On Sunday, February the 27th while the rest of the world went about its business, I, along with no small number of other people mourned the loss of a truly great man. That man was my father, Ralph Evans. For those who didn’t have the privilege of knowing him, I will attempt, as best I can, to illustrate what made him such an amazing person, beloved by so many.
First a little background; my parents divorced when I was quite young, Dad remarried when I was four years old and remained (very happily) married until he passed away, nearly 35 years. Dad and my step-mother had two daughters and I always felt that I was blessed to have two mothers and two sisters; plus, getting to celebrate Christmas twice definitely had its advantages. Despite geographic distance and not getting to spend as much time together as either of us would have liked, my Dad had a tremendous influence on me. My father truly was, and will always be my biggest hero and role model.
He was a man whose actions and deeds spoke of a purity of character few can hope to achieve. Dad’s life was filled with medical emergencies and brushes with death, but throughout these and his final battle his faith and sense of humor were indomitable. In 1985 my father was in the hospital, near death. For days he had been delirious with fever, not recognizing anyone and hallucinating. I rushed to be with him and when he regained consciousness and awareness the first thing he said to me was “Hi Greg! How’s your leg?” Asking me about my (relatively) trivial injury while facing down death; that typified my father’s care and concern for others above himself.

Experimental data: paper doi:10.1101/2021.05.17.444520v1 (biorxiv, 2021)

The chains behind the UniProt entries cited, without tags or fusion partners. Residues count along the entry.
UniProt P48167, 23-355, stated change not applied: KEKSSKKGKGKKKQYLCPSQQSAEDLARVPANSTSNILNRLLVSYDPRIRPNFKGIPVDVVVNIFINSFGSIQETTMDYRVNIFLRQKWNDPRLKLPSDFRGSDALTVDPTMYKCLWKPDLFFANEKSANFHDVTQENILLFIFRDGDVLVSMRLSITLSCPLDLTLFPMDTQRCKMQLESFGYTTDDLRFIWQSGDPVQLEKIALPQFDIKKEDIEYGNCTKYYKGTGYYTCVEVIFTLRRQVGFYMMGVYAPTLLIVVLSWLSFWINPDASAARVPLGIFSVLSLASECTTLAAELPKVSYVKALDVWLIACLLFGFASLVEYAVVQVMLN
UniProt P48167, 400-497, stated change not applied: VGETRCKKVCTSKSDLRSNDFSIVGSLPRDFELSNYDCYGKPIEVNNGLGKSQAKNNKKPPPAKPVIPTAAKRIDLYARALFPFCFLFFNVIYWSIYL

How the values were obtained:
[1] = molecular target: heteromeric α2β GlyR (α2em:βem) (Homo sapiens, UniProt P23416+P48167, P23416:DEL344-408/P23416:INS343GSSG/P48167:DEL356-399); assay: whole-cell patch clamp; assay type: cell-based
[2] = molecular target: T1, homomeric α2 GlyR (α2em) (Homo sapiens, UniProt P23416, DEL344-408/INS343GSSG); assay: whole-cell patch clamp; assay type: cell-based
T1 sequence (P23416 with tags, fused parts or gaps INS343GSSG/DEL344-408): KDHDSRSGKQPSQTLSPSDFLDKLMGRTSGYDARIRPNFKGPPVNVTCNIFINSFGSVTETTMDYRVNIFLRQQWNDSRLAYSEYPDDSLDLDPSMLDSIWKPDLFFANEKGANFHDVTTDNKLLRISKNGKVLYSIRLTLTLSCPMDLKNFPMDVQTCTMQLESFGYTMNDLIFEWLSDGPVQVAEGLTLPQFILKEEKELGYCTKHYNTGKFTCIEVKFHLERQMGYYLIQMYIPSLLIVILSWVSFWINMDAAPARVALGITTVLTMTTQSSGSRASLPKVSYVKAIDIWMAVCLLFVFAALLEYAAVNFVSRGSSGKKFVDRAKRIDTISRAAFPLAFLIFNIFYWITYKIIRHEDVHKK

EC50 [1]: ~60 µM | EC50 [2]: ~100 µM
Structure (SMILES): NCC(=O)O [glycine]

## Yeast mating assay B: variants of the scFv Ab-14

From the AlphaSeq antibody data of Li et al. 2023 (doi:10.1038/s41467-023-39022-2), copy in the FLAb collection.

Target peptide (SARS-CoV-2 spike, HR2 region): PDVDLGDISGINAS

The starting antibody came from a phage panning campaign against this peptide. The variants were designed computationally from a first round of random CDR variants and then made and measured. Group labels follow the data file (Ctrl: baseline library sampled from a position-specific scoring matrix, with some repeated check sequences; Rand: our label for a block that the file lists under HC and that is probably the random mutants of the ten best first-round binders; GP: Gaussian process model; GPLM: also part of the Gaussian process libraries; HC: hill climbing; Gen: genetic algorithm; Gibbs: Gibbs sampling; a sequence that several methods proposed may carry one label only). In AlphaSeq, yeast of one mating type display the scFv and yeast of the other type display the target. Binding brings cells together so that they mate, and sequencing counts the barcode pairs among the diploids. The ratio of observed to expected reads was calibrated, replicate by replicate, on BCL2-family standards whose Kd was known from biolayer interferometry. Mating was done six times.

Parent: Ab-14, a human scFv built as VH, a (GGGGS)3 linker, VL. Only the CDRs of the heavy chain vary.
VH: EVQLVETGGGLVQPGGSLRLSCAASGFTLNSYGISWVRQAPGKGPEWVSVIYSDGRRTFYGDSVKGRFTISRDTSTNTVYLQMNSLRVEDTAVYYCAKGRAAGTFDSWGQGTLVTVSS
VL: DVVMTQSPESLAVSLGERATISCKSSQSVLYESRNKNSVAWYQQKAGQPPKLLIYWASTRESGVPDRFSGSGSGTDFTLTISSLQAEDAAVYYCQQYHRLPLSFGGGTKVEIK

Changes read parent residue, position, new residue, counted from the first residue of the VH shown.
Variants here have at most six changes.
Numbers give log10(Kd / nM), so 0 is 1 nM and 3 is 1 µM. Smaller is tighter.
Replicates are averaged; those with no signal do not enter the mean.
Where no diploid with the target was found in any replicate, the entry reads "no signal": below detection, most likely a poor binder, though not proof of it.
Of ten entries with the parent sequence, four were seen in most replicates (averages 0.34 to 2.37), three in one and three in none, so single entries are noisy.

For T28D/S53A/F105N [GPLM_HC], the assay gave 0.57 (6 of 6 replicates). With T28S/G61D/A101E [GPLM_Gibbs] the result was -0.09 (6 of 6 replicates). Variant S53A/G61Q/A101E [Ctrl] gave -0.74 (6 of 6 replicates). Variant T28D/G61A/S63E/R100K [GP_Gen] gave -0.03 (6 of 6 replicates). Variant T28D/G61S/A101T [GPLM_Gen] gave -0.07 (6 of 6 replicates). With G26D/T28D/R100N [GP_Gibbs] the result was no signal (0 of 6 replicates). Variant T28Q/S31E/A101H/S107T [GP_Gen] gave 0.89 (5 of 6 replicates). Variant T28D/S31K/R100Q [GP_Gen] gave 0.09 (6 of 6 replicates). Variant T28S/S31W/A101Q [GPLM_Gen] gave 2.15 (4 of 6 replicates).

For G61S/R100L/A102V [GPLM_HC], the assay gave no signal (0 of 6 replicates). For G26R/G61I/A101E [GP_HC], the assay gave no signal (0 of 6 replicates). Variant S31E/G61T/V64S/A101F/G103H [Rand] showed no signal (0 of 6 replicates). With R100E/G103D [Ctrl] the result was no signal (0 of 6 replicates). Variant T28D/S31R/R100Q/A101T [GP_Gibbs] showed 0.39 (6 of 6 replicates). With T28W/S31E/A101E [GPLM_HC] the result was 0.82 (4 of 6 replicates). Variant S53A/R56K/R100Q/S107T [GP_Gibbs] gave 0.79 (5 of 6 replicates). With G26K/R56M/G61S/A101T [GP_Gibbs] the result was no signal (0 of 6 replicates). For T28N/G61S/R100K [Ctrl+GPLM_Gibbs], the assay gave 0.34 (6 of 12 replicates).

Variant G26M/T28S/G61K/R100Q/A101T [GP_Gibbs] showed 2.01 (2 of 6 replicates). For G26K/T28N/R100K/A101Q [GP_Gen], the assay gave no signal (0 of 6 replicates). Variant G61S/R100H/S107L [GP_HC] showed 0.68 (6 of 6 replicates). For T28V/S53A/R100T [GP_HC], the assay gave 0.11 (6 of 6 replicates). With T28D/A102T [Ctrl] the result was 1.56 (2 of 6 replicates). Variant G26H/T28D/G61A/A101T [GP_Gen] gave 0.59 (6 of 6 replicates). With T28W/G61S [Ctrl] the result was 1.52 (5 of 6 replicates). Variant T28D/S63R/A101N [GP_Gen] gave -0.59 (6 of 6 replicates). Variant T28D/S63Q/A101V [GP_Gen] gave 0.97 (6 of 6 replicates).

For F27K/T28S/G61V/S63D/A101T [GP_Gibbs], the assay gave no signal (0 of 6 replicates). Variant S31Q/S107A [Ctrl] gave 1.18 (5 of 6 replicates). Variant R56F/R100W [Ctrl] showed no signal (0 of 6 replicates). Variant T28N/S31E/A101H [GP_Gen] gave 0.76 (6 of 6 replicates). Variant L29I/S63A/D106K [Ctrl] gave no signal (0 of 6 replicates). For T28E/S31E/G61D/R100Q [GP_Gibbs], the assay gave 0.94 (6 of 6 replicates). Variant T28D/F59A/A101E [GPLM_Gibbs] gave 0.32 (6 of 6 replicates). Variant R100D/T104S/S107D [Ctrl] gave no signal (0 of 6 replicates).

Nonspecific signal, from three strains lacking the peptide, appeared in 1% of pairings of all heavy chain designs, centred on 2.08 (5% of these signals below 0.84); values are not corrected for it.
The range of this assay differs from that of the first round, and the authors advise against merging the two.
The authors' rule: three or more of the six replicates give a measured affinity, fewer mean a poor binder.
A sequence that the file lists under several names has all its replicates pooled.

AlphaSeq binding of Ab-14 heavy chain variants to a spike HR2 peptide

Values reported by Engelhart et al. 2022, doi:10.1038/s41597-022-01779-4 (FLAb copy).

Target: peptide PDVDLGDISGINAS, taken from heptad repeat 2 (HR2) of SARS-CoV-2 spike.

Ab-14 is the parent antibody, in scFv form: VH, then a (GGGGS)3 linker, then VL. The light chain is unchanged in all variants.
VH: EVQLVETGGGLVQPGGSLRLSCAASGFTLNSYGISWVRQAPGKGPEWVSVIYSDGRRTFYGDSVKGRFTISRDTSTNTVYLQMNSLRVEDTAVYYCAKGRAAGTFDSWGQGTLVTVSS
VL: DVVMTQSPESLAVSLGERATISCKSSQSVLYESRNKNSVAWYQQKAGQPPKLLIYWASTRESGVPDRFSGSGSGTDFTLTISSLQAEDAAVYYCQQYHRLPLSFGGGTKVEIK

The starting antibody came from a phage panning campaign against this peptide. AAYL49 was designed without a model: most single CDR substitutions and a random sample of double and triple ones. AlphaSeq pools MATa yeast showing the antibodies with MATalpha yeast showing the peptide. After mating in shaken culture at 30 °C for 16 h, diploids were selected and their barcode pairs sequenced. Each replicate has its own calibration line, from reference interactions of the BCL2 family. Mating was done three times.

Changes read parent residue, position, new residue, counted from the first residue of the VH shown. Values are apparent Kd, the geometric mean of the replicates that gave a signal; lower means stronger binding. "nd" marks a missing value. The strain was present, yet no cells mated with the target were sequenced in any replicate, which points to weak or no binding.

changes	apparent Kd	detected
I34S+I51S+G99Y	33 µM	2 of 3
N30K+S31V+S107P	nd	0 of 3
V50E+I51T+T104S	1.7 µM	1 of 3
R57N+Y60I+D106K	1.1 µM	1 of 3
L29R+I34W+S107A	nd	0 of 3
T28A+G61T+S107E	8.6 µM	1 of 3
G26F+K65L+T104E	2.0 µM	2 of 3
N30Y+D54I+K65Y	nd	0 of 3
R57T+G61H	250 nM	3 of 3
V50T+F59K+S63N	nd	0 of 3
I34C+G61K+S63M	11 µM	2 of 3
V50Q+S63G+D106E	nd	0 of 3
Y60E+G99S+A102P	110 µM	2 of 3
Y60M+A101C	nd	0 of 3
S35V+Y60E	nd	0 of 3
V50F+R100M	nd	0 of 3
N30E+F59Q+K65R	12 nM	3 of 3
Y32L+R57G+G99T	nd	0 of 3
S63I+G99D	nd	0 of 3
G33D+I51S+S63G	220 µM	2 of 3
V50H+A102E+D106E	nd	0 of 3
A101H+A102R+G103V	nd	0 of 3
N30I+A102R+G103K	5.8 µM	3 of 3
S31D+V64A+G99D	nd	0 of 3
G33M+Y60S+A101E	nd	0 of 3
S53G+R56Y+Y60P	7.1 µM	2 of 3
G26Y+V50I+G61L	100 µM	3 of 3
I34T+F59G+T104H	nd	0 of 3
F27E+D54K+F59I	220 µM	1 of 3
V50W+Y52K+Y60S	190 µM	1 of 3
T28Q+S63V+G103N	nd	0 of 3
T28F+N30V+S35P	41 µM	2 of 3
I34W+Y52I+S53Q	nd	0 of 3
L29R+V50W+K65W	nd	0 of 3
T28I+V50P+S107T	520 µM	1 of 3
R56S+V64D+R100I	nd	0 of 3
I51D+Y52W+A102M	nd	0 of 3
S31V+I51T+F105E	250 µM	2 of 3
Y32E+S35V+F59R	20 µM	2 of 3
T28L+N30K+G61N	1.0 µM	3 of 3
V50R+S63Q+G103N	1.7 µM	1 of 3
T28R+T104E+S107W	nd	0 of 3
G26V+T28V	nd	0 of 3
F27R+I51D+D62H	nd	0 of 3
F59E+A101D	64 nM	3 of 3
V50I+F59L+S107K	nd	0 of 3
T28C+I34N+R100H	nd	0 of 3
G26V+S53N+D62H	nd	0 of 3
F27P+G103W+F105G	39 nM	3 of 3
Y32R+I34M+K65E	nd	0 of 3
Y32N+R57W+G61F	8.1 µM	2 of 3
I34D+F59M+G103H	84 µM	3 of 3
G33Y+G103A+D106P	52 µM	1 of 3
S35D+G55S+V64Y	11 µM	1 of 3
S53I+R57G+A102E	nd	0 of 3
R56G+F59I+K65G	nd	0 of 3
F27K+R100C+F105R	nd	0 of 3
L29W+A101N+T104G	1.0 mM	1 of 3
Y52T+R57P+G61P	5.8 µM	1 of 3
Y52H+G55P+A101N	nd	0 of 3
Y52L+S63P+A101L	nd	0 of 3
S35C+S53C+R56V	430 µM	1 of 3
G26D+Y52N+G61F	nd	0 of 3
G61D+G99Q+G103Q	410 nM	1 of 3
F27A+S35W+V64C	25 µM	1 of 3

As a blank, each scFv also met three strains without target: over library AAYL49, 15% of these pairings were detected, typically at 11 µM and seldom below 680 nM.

One of my father’s great passions in life was fishing, for as long as I can remember his bass boat was very dear and precious to him. One night he and a couple of his fishing buddies were launching his boat when a Coleman lantern fell over and spilled, setting fire to the boat. The boat was a complete loss, but that didn’t deter my father, it just meant they had to fish from the bank. The next morning a ranger came looking for him, at first he thought it concerned the boat fire, but no, there was an urgent phone call for him. His father (my Grandfather) had passed away. When my dad retold the story of that fateful night, he could amazingly see the silver lining to the situation. If the boat hadn’t burned, he would have been out on the lake and the rangers couldn’t have found him. That typified my father’s incredibly positive outlook on life.
My father was quick with a joke, a smile, or a kind word; whatever the situation warranted.
Dad, I’m sorry I couldn’t articulate my love and admiration for you better at the funeral, but I know it doesn’t matter; everyone there was fortunate enough to have known you or to have somehow had their lives touched by you and that is truly a blessing. I’m sorry for the millions of people who didn’t know you and didn’t have the opportunity to see the incredible light and beauty of your spirit.
I’m sure the fish will be biting when I join you on that big bass boat in the sky, so save me a pole and a seat in the back of the boat. I love you Dad, I couldn’t have asked for a better father.